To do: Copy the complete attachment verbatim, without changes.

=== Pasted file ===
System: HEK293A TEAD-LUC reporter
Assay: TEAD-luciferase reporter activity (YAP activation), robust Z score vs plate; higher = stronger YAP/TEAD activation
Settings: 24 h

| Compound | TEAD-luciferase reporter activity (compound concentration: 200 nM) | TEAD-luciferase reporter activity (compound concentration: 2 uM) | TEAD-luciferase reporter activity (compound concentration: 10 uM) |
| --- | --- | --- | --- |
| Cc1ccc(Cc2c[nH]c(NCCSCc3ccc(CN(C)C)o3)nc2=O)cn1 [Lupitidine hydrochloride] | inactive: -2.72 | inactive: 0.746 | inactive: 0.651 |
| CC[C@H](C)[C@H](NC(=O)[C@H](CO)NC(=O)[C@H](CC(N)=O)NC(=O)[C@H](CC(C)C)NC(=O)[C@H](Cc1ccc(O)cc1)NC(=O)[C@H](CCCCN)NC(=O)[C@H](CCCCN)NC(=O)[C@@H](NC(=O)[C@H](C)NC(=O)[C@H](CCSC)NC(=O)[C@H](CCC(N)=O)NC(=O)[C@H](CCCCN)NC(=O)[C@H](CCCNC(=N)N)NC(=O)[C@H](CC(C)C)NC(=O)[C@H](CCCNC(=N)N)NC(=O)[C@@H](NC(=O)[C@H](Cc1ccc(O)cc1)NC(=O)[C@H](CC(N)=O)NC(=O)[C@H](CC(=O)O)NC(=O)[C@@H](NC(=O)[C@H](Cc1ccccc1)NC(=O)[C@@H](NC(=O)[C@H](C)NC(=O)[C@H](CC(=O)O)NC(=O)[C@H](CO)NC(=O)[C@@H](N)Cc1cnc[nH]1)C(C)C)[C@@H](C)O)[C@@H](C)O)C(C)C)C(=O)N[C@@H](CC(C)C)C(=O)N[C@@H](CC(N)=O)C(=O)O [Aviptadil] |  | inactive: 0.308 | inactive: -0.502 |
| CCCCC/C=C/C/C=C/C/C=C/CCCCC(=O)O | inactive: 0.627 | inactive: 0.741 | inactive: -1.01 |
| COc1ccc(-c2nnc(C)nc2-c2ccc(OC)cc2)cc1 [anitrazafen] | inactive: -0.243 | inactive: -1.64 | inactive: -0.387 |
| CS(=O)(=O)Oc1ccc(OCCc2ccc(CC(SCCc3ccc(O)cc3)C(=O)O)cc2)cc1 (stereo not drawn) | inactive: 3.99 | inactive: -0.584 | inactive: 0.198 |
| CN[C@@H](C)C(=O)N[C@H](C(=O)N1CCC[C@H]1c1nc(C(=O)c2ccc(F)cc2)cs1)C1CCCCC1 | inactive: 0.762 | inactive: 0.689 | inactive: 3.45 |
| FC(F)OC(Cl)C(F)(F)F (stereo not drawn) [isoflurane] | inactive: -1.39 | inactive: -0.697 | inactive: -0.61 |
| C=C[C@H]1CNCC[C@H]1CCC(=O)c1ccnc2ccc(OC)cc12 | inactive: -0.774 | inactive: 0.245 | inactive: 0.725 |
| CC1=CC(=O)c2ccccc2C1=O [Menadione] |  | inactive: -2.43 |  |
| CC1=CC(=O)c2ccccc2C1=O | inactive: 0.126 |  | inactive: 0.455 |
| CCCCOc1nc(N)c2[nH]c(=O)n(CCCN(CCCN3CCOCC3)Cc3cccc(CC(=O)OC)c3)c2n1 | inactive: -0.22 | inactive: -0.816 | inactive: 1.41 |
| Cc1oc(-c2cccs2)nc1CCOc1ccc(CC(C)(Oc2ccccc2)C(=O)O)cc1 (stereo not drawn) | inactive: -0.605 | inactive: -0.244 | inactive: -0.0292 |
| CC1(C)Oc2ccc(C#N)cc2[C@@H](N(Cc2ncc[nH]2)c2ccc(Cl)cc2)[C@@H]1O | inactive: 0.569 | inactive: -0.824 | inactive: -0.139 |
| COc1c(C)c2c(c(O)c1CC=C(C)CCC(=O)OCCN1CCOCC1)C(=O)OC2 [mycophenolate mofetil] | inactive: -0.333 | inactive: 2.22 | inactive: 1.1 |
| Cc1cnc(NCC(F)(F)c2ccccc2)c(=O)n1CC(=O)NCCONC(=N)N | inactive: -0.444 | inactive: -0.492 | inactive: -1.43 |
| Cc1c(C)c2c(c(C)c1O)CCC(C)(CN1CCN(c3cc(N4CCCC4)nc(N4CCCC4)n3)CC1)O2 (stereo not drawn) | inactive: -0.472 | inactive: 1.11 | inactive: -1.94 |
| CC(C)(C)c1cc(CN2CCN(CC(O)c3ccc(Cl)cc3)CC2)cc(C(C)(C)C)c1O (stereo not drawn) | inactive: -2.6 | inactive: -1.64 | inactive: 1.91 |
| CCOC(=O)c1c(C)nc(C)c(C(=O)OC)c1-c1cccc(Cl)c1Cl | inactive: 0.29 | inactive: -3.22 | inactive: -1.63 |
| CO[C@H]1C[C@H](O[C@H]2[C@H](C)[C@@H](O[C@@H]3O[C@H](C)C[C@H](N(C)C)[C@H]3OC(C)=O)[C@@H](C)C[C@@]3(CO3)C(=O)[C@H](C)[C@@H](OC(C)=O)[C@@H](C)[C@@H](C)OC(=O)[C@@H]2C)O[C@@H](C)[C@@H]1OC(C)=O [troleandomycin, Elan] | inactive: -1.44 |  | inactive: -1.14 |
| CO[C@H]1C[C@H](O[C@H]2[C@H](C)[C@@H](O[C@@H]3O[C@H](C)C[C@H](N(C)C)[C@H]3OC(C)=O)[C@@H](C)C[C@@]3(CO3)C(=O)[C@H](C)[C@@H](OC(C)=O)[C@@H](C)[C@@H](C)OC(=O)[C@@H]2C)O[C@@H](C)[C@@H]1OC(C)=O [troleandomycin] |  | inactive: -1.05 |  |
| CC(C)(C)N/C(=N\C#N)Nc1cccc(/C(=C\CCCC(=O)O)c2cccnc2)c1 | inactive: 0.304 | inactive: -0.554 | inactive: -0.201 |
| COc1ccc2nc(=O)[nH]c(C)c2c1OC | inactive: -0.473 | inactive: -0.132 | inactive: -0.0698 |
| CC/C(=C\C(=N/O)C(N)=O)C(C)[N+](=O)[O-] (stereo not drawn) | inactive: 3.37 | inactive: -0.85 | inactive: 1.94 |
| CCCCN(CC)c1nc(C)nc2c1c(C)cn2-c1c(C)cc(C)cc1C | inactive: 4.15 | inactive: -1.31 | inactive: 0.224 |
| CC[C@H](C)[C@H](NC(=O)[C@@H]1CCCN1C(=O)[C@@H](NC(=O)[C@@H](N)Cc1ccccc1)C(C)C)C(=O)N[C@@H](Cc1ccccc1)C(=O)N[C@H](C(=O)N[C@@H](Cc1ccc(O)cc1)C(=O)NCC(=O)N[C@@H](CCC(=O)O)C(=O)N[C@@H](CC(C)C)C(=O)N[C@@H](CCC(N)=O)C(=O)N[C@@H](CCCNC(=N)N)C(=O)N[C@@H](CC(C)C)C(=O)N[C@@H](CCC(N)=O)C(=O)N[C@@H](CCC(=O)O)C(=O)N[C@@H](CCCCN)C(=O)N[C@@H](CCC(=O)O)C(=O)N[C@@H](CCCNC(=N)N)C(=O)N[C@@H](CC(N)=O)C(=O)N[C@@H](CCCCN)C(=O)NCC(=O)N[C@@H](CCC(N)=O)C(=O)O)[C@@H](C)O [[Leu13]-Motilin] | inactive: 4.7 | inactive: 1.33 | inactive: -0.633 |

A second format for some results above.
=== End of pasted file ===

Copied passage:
System: HEK293A TEAD-LUC reporter
Assay: TEAD-luciferase reporter activity (YAP activation), robust Z score vs plate; higher = stronger YAP/TEAD activation
Settings: 24 h

| Compound | TEAD-luciferase reporter activity (compound concentration: 200 nM) | TEAD-luciferase reporter activity (compound concentration: 2 uM) | TEAD-luciferase reporter activity (compound concentration: 10 uM) |
| --- | --- | --- | --- |
| Cc1ccc(Cc2c[nH]c(NCCSCc3ccc(CN(C)C)o3)nc2=O)cn1 [Lupitidine hydrochloride] | inactive: -2.72 | inactive: 0.746 | inactive: 0.651 |
| CC[C@H](C)[C@H](NC(=O)[C@H](CO)NC(=O)[C@H](CC(N)=O)NC(=O)[C@H](CC(C)C)NC(=O)[C@H](Cc1ccc(O)cc1)NC(=O)[C@H](CCCCN)NC(=O)[C@H](CCCCN)NC(=O)[C@@H](NC(=O)[C@H](C)NC(=O)[C@H](CCSC)NC(=O)[C@H](CCC(N)=O)NC(=O)[C@H](CCCCN)NC(=O)[C@H](CCCNC(=N)N)NC(=O)[C@H](CC(C)C)NC(=O)[C@H](CCCNC(=N)N)NC(=O)[C@@H](NC(=O)[C@H](Cc1ccc(O)cc1)NC(=O)[C@H](CC(N)=O)NC(=O)[C@H](CC(=O)O)NC(=O)[C@@H](NC(=O)[C@H](Cc1ccccc1)NC(=O)[C@@H](NC(=O)[C@H](C)NC(=O)[C@H](CC(=O)O)NC(=O)[C@H](CO)NC(=O)[C@@H](N)Cc1cnc[nH]1)C(C)C)[C@@H](C)O)[C@@H](C)O)C(C)C)C(=O)N[C@@H](CC(C)C)C(=O)N[C@@H](CC(N)=O)C(=O)O [Aviptadil] |  | inactive: 0.308 | inactive: -0.502 |
| CCCCC/C=C/C/C=C/C/C=C/CCCCC(=O)O | inactive: 0.627 | inactive: 0.741 | inactive: -1.01 |
| COc1ccc(-c2nnc(C)nc2-c2ccc(OC)cc2)cc1 [anitrazafen] | inactive: -0.243 | inactive: -1.64 | inactive: -0.387 |
| CS(=O)(=O)Oc1ccc(OCCc2ccc(CC(SCCc3ccc(O)cc3)C(=O)O)cc2)cc1 (stereo not drawn) | inactive: 3.99 | inactive: -0.584 | inactive: 0.198 |
| CN[C@@H](C)C(=O)N[C@H](C(=O)N1CCC[C@H]1c1nc(C(=O)c2ccc(F)cc2)cs1)C1CCCCC1 | inactive: 0.762 | inactive: 0.689 | inactive: 3.45 |
| FC(F)OC(Cl)C(F)(F)F (stereo not drawn) [isoflurane] | inactive: -1.39 | inactive: -0.697 | inactive: -0.61 |
| C=C[C@H]1CNCC[C@H]1CCC(=O)c1ccnc2ccc(OC)cc12 | inactive: -0.774 | inactive: 0.245 | inactive: 0.725 |
| CC1=CC(=O)c2ccccc2C1=O [Menadione] |  | inactive: -2.43 |  |
| CC1=CC(=O)c2ccccc2C1=O | inactive: 0.126 |  | inactive: 0.455 |
| CCCCOc1nc(N)c2[nH]c(=O)n(CCCN(CCCN3CCOCC3)Cc3cccc(CC(=O)OC)c3)c2n1 | inactive: -0.22 | inactive: -0.816 | inactive: 1.41 |
| Cc1oc(-c2cccs2)nc1CCOc1ccc(CC(C)(Oc2ccccc2)C(=O)O)cc1 (stereo not drawn) | inactive: -0.605 | inactive: -0.244 | inactive: -0.0292 |
| CC1(C)Oc2ccc(C#N)cc2[C@@H](N(Cc2ncc[nH]2)c2ccc(Cl)cc2)[C@@H]1O | inactive: 0.569 | inactive: -0.824 | inactive: -0.139 |
| COc1c(C)c2c(c(O)c1CC=C(C)CCC(=O)OCCN1CCOCC1)C(=O)OC2 [mycophenolate mofetil] | inactive: -0.333 | inactive: 2.22 | inactive: 1.1 |
| Cc1cnc(NCC(F)(F)c2ccccc2)c(=O)n1CC(=O)NCCONC(=N)N | inactive: -0.444 | inactive: -0.492 | inactive: -1.43 |
| Cc1c(C)c2c(c(C)c1O)CCC(C)(CN1CCN(c3cc(N4CCCC4)nc(N4CCCC4)n3)CC1)O2 (stereo not drawn) | inactive: -0.472 | inactive: 1.11 | inactive: -1.94 |
| CC(C)(C)c1cc(CN2CCN(CC(O)c3ccc(Cl)cc3)CC2)cc(C(C)(C)C)c1O (stereo not drawn) | inactive: -2.6 | inactive: -1.64 | inactive: 1.91 |
| CCOC(=O)c1c(C)nc(C)c(C(=O)OC)c1-c1cccc(Cl)c1Cl | inactive: 0.29 | inactive: -3.22 | inactive: -1.63 |
| CO[C@H]1C[C@H](O[C@H]2[C@H](C)[C@@H](O[C@@H]3O[C@H](C)C[C@H](N(C)C)[C@H]3OC(C)=O)[C@@H](C)C[C@@]3(CO3)C(=O)[C@H](C)[C@@H](OC(C)=O)[C@@H](C)[C@@H](C)OC(=O)[C@@H]2C)O[C@@H](C)[C@@H]1OC(C)=O [troleandomycin, Elan] | inactive: -1.44 |  | inactive: -1.14 |
| CO[C@H]1C[C@H](O[C@H]2[C@H](C)[C@@H](O[C@@H]3O[C@H](C)C[C@H](N(C)C)[C@H]3OC(C)=O)[C@@H](C)C[C@@]3(CO3)C(=O)[C@H](C)[C@@H](OC(C)=O)[C@@H](C)[C@@H](C)OC(=O)[C@@H]2C)O[C@@H](C)[C@@H]1OC(C)=O [troleandomycin] |  | inactive: -1.05 |  |
| CC(C)(C)N/C(=N\C#N)Nc1cccc(/C(=C\CCCC(=O)O)c2cccnc2)c1 | inactive: 0.304 | inactive: -0.554 | inactive: -0.201 |
| COc1ccc2nc(=O)[nH]c(C)c2c1OC | inactive: -0.473 | inactive: -0.132 | inactive: -0.0698 |
| CC/C(=C\C(=N/O)C(N)=O)C(C)[N+](=O)[O-] (stereo not drawn) | inactive: 3.37 | inactive: -0.85 | inactive: 1.94 |
| CCCCN(CC)c1nc(C)nc2c1c(C)cn2-c1c(C)cc(C)cc1C | inactive: 4.15 | inactive: -1.31 | inactive: 0.224 |
| CC[C@H](C)[C@H](NC(=O)[C@@H]1CCCN1C(=O)[C@@H](NC(=O)[C@@H](N)Cc1ccccc1)C(C)C)C(=O)N[C@@H](Cc1ccccc1)C(=O)N[C@H](C(=O)N[C@@H](Cc1ccc(O)cc1)C(=O)NCC(=O)N[C@@H](CCC(=O)O)C(=O)N[C@@H](CC(C)C)C(=O)N[C@@H](CCC(N)=O)C(=O)N[C@@H](CCCNC(=N)N)C(=O)N[C@@H](CC(C)C)C(=O)N[C@@H](CCC(N)=O)C(=O)N[C@@H](CCC(=O)O)C(=O)N[C@@H](CCCCN)C(=O)N[C@@H](CCC(=O)O)C(=O)N[C@@H](CCCNC(=N)N)C(=O)N[C@@H](CC(N)=O)C(=O)N[C@@H](CCCCN)C(=O)NCC(=O)N[C@@H](CCC(N)=O)C(=O)O)[C@@H](C)O [[Leu13]-Motilin] | inactive: 4.7 | inactive: 1.33 | inactive: -0.633 |

A second format for some results above.